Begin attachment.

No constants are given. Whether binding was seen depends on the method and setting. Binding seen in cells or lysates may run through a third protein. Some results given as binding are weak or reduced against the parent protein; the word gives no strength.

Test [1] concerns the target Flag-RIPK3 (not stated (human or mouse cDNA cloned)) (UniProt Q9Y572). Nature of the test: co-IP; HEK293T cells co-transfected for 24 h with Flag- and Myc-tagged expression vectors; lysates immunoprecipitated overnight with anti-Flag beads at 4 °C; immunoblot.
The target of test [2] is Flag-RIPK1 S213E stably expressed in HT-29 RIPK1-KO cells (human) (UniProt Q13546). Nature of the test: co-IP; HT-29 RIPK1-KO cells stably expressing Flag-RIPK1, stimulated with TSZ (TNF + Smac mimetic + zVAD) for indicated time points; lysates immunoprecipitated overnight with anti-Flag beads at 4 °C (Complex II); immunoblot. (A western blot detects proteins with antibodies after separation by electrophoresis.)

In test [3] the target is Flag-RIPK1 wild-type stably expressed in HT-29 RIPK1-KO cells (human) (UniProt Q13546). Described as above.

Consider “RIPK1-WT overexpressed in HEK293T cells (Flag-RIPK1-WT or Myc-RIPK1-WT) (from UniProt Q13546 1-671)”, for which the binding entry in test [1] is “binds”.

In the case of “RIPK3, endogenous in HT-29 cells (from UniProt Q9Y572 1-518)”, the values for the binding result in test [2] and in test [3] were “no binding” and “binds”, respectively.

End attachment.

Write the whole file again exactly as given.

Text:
No constants are given. Whether binding was seen depends on the method and setting. Binding seen in cells or lysates may run through a third protein. Some results given as binding are weak or reduced against the parent protein; the word gives no strength.

Test [1] concerns the target Flag-RIPK3 (not stated (human or mouse cDNA cloned)) (UniProt Q9Y572). Nature of the test: co-IP; HEK293T cells co-transfected for 24 h with Flag- and Myc-tagged expression vectors; lysates immunoprecipitated overnight with anti-Flag beads at 4 °C; immunoblot.
The target of test [2] is Flag-RIPK1 S213E stably expressed in HT-29 RIPK1-KO cells (human) (UniProt Q13546). Nature of the test: co-IP; HT-29 RIPK1-KO cells stably expressing Flag-RIPK1, stimulated with TSZ (TNF + Smac mimetic + zVAD) for indicated time points; lysates immunoprecipitated overnight with anti-Flag beads at 4 °C (Complex II); immunoblot. (A western blot detects proteins with antibodies after separation by electrophoresis.)

In test [3] the target is Flag-RIPK1 wild-type stably expressed in HT-29 RIPK1-KO cells (human) (UniProt Q13546). Described as above.

Consider “RIPK1-WT overexpressed in HEK293T cells (Flag-RIPK1-WT or Myc-RIPK1-WT) (from UniProt Q13546 1-671)”, for which the binding entry in test [1] is “binds”.

In the case of “RIPK3, endogenous in HT-29 cells (from UniProt Q9Y572 1-518)”, the values for the binding result in test [2] and in test [3] were “no binding” and “binds”, respectively.